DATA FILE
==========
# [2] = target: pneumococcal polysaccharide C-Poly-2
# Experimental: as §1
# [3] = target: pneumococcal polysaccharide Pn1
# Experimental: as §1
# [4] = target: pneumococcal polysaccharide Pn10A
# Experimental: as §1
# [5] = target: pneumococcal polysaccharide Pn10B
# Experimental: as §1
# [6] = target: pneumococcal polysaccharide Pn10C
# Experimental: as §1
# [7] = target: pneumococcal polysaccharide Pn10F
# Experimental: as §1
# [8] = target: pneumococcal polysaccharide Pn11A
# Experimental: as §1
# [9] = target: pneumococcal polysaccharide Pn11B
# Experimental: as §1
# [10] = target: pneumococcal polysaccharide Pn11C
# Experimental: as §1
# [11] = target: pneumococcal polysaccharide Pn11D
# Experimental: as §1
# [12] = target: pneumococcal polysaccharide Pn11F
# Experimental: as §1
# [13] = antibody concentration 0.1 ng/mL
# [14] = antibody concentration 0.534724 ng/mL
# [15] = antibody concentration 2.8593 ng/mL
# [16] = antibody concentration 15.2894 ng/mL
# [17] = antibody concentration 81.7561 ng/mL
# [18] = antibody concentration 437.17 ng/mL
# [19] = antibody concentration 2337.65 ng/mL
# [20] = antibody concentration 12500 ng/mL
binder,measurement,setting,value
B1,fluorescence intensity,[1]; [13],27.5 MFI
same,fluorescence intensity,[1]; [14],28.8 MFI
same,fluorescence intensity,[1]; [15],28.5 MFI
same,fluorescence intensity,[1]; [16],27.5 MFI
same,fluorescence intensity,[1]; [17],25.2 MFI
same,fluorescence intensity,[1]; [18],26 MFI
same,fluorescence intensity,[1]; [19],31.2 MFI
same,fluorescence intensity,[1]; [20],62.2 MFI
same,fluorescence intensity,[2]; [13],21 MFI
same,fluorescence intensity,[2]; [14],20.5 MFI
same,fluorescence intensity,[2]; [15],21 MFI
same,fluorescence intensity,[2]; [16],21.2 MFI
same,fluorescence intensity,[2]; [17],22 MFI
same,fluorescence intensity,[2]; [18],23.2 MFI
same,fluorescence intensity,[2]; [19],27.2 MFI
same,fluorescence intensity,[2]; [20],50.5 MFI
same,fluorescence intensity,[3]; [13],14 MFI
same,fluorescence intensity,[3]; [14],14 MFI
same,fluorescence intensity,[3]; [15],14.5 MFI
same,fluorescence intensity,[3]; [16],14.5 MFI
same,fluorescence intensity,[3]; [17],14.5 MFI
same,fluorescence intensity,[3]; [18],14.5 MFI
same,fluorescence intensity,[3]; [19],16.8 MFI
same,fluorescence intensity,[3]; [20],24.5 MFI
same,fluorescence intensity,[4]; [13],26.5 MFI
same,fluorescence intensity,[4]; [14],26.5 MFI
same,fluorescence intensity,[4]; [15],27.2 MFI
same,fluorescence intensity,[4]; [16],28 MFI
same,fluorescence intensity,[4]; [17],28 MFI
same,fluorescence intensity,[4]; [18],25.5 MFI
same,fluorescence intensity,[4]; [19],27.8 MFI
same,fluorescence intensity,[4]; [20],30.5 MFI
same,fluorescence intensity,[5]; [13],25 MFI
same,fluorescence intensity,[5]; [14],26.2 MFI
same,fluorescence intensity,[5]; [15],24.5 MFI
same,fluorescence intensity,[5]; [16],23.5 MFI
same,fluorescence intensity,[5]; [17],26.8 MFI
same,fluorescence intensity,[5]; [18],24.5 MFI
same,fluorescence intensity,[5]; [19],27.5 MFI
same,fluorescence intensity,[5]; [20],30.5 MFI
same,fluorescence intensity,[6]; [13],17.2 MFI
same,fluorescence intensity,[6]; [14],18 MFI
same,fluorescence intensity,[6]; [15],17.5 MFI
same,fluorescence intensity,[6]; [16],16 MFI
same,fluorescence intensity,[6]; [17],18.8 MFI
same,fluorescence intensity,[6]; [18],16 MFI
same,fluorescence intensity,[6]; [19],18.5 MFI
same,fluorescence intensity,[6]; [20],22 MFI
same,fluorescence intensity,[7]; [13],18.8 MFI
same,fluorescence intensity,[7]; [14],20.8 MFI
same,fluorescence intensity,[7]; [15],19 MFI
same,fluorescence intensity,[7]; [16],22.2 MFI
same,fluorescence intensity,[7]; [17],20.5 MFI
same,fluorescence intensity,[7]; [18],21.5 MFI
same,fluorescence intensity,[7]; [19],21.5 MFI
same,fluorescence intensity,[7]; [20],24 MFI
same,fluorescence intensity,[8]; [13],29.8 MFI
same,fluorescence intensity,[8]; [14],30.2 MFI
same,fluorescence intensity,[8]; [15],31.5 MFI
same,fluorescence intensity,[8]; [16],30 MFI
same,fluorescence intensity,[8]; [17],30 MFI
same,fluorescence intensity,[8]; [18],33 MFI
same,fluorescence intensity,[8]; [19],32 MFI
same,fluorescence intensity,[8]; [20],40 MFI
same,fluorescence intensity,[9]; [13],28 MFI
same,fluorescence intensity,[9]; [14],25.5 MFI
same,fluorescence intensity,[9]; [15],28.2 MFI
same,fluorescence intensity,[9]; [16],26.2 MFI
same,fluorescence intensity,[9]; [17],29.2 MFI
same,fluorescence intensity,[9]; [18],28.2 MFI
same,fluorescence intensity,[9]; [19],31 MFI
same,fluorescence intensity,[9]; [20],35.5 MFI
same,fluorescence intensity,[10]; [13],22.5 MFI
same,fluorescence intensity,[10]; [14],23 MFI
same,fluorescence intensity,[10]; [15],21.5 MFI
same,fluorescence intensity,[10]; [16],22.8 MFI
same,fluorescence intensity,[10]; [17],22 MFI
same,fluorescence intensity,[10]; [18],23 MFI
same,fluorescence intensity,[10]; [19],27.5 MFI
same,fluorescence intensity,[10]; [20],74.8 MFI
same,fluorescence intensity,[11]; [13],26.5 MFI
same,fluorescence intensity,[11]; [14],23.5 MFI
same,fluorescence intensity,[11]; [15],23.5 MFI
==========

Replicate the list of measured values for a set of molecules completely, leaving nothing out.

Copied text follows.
# [2] = target: pneumococcal polysaccharide C-Poly-2
# Experimental: as §1
# [3] = target: pneumococcal polysaccharide Pn1
# Experimental: as §1
# [4] = target: pneumococcal polysaccharide Pn10A
# Experimental: as §1
# [5] = target: pneumococcal polysaccharide Pn10B
# Experimental: as §1
# [6] = target: pneumococcal polysaccharide Pn10C
# Experimental: as §1
# [7] = target: pneumococcal polysaccharide Pn10F
# Experimental: as §1
# [8] = target: pneumococcal polysaccharide Pn11A
# Experimental: as §1
# [9] = target: pneumococcal polysaccharide Pn11B
# Experimental: as §1
# [10] = target: pneumococcal polysaccharide Pn11C
# Experimental: as §1
# [11] = target: pneumococcal polysaccharide Pn11D
# Experimental: as §1
# [12] = target: pneumococcal polysaccharide Pn11F
# Experimental: as §1
# [13] = antibody concentration 0.1 ng/mL
# [14] = antibody concentration 0.534724 ng/mL
# [15] = antibody concentration 2.8593 ng/mL
# [16] = antibody concentration 15.2894 ng/mL
# [17] = antibody concentration 81.7561 ng/mL
# [18] = antibody concentration 437.17 ng/mL
# [19] = antibody concentration 2337.65 ng/mL
# [20] = antibody concentration 12500 ng/mL
binder,measurement,setting,value
B1,fluorescence intensity,[1]; [13],27.5 MFI
same,fluorescence intensity,[1]; [14],28.8 MFI
same,fluorescence intensity,[1]; [15],28.5 MFI
same,fluorescence intensity,[1]; [16],27.5 MFI
same,fluorescence intensity,[1]; [17],25.2 MFI
same,fluorescence intensity,[1]; [18],26 MFI
same,fluorescence intensity,[1]; [19],31.2 MFI
same,fluorescence intensity,[1]; [20],62.2 MFI
same,fluorescence intensity,[2]; [13],21 MFI
same,fluorescence intensity,[2]; [14],20.5 MFI
same,fluorescence intensity,[2]; [15],21 MFI
same,fluorescence intensity,[2]; [16],21.2 MFI
same,fluorescence intensity,[2]; [17],22 MFI
same,fluorescence intensity,[2]; [18],23.2 MFI
same,fluorescence intensity,[2]; [19],27.2 MFI
same,fluorescence intensity,[2]; [20],50.5 MFI
same,fluorescence intensity,[3]; [13],14 MFI
same,fluorescence intensity,[3]; [14],14 MFI
same,fluorescence intensity,[3]; [15],14.5 MFI
same,fluorescence intensity,[3]; [16],14.5 MFI
same,fluorescence intensity,[3]; [17],14.5 MFI
same,fluorescence intensity,[3]; [18],14.5 MFI
same,fluorescence intensity,[3]; [19],16.8 MFI
same,fluorescence intensity,[3]; [20],24.5 MFI
same,fluorescence intensity,[4]; [13],26.5 MFI
same,fluorescence intensity,[4]; [14],26.5 MFI
same,fluorescence intensity,[4]; [15],27.2 MFI
same,fluorescence intensity,[4]; [16],28 MFI
same,fluorescence intensity,[4]; [17],28 MFI
same,fluorescence intensity,[4]; [18],25.5 MFI
same,fluorescence intensity,[4]; [19],27.8 MFI
same,fluorescence intensity,[4]; [20],30.5 MFI
same,fluorescence intensity,[5]; [13],25 MFI
same,fluorescence intensity,[5]; [14],26.2 MFI
same,fluorescence intensity,[5]; [15],24.5 MFI
same,fluorescence intensity,[5]; [16],23.5 MFI
same,fluorescence intensity,[5]; [17],26.8 MFI
same,fluorescence intensity,[5]; [18],24.5 MFI
same,fluorescence intensity,[5]; [19],27.5 MFI
same,fluorescence intensity,[5]; [20],30.5 MFI
same,fluorescence intensity,[6]; [13],17.2 MFI
same,fluorescence intensity,[6]; [14],18 MFI
same,fluorescence intensity,[6]; [15],17.5 MFI
same,fluorescence intensity,[6]; [16],16 MFI
same,fluorescence intensity,[6]; [17],18.8 MFI
same,fluorescence intensity,[6]; [18],16 MFI
same,fluorescence intensity,[6]; [19],18.5 MFI
same,fluorescence intensity,[6]; [20],22 MFI
same,fluorescence intensity,[7]; [13],18.8 MFI
same,fluorescence intensity,[7]; [14],20.8 MFI
same,fluorescence intensity,[7]; [15],19 MFI
same,fluorescence intensity,[7]; [16],22.2 MFI
same,fluorescence intensity,[7]; [17],20.5 MFI
same,fluorescence intensity,[7]; [18],21.5 MFI
same,fluorescence intensity,[7]; [19],21.5 MFI
same,fluorescence intensity,[7]; [20],24 MFI
same,fluorescence intensity,[8]; [13],29.8 MFI
same,fluorescence intensity,[8]; [14],30.2 MFI
same,fluorescence intensity,[8]; [15],31.5 MFI
same,fluorescence intensity,[8]; [16],30 MFI
same,fluorescence intensity,[8]; [17],30 MFI
same,fluorescence intensity,[8]; [18],33 MFI
same,fluorescence intensity,[8]; [19],32 MFI
same,fluorescence intensity,[8]; [20],40 MFI
same,fluorescence intensity,[9]; [13],28 MFI
same,fluorescence intensity,[9]; [14],25.5 MFI
same,fluorescence intensity,[9]; [15],28.2 MFI
same,fluorescence intensity,[9]; [16],26.2 MFI
same,fluorescence intensity,[9]; [17],29.2 MFI
same,fluorescence intensity,[9]; [18],28.2 MFI
same,fluorescence intensity,[9]; [19],31 MFI
same,fluorescence intensity,[9]; [20],35.5 MFI
same,fluorescence intensity,[10]; [13],22.5 MFI
same,fluorescence intensity,[10]; [14],23 MFI
same,fluorescence intensity,[10]; [15],21.5 MFI
same,fluorescence intensity,[10]; [16],22.8 MFI
same,fluorescence intensity,[10]; [17],22 MFI
same,fluorescence intensity,[10]; [18],23 MFI
same,fluorescence intensity,[10]; [19],27.5 MFI
same,fluorescence intensity,[10]; [20],74.8 MFI
same,fluorescence intensity,[11]; [13],26.5 MFI
same,fluorescence intensity,[11]; [14],23.5 MFI
same,fluorescence intensity,[11]; [15],23.5 MFI